The University of Virginia’s Scholars’ Lab has recently published a series of posts on the issues involved in archiving digital humanities on their blog. “Archiving DH Part 1: The Problem,” by Ammon Shepard (Scholars’ Lab) focuses on laying out the issue of maintaining digital humanities projects over time. Shepard bemoans the current state of planning for the afterlife of DH projects – mainly, in his view, that there isn’t any planning:
And there-in lies the crux of the problem. For all the good intentions and the great resources created by DH projects, they won’t last. Let’s just get it out there right now. That wonderful new project you just spent years and thousands on, will be out of date, obsolete, and unavailable in 2, 3, or 10 years. Whereas that book you published will be in the hands of learners for the next 100 years.
Shepard goes on to state that the importance of preserving DH projects is dependent on how they’re viewed: “If it is scholarship, then it should be maintained and kept accessible just as much as the dominant information vessel, the book.” He closes his post by stating that libraries will need to expand their roles beyond “maintainers and repositories of scholarship that has reached book form” to fully take on maintaining DH projects.
“Archiving DH Part 2: The Problem in Detail,” by Brandon Butler (University of Virginia Libraries), Ammon Shepard, Amanda Visconti (Scholars’ Lab), and Lauren Work (University of Virginia Libraries), takes Shepard’s original post and expands its scope. The authors note that the problems they describe are ones “we have seen in the wild'” as “programmers, IT people, Library people, and project leads.”
The authors discuss that the quickly changing nature of technology complicates DH project preservation – not only does technology constantly change, updates to existing portions of a project can potentially break the older version so that it can no longer be used. In addition to changing technology, security concerns, and trends in technology that impact how projects are created and maintained, the authors explain that DH preservation is a human labor as well:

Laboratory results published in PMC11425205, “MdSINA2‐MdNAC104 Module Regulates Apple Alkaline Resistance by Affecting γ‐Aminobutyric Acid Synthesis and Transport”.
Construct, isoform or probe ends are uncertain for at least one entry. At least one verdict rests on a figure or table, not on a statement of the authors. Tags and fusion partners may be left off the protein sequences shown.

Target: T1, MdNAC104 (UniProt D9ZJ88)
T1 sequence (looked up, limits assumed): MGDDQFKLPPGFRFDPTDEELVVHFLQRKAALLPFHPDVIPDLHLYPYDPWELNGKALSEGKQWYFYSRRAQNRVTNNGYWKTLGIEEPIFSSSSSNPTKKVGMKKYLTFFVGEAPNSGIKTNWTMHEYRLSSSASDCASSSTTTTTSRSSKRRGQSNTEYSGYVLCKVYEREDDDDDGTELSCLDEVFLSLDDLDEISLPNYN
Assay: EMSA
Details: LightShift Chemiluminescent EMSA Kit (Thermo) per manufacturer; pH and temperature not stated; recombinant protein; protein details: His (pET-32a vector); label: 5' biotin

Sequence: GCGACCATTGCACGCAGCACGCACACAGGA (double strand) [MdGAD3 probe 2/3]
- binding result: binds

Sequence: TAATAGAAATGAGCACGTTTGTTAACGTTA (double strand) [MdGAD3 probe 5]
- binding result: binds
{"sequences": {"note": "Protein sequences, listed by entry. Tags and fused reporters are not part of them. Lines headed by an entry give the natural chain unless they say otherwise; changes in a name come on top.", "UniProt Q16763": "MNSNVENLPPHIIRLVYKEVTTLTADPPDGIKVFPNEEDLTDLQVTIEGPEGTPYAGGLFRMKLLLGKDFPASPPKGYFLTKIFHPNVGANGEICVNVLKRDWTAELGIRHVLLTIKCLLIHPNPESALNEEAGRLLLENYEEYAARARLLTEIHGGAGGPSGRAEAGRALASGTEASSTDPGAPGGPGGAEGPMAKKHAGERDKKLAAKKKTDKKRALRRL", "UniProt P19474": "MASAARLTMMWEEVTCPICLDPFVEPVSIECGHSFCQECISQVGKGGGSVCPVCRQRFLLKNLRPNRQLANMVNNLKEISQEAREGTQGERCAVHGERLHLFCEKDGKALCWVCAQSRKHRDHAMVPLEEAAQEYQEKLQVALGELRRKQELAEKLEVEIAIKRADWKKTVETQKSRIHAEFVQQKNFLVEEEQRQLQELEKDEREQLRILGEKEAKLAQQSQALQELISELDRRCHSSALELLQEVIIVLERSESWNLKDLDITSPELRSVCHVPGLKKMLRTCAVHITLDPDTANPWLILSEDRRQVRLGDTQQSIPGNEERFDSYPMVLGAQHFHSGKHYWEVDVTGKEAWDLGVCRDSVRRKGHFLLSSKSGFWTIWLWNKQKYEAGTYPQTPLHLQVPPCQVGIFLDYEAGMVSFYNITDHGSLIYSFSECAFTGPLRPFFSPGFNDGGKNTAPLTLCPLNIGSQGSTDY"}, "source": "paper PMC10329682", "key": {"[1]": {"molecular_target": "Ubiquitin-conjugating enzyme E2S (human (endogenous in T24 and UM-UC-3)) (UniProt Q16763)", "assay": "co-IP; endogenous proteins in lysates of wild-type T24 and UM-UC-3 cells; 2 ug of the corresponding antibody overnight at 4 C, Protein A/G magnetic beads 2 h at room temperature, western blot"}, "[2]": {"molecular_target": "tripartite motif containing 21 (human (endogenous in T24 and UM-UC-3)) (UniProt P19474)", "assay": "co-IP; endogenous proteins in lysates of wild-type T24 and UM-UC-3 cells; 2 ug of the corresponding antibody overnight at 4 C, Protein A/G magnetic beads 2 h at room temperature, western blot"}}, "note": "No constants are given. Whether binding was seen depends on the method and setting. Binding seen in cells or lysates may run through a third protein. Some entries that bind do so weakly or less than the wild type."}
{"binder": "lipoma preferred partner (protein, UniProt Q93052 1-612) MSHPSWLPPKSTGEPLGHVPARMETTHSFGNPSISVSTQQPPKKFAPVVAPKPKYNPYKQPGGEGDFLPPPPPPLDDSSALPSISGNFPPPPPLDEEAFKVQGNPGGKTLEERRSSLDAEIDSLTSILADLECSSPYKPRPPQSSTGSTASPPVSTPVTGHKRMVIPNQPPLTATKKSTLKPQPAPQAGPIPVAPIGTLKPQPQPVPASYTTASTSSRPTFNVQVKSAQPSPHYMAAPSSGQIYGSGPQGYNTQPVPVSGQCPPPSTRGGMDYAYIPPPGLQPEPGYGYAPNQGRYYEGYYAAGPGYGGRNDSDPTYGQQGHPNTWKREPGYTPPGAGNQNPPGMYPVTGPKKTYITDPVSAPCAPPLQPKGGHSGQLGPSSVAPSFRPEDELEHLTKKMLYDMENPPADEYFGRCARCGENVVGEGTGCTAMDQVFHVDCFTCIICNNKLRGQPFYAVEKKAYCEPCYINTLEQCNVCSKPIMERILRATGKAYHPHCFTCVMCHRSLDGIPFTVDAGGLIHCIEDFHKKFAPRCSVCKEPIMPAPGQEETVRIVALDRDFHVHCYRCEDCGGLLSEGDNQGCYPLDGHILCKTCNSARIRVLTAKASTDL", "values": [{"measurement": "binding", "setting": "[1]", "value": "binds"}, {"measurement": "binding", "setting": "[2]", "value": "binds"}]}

It should be noted here that the technological problems with planning and preserving DH projects are also closely bound to issues around human labor and sustainability, precarity of funding and capital as well as understanding and implementation of what “preservation” or “access” may mean to different groups across varying contexts and across the life of a project. It also concerns changes in scholarship and publication, as well as the implications of copyright, ownership, digital preservation, and fair use.
How a project is preserved is also very dependent on institutional structures and policies, as Lauren Work explains: “technical and administrative digital preservation pathways” depend on how each institution determines “what an ‘active’ versus ‘finished’ or ‘archival’ project looks like,” policies on who is considered the author or creator of a project, and “how we frame discussions and expectations of authentic access and use over time for digital scholarship.” These issues mean that it can be difficult to create guidelines and best practices for use across DH, as these ideas, as well as the labor to support them, will vary across institutions.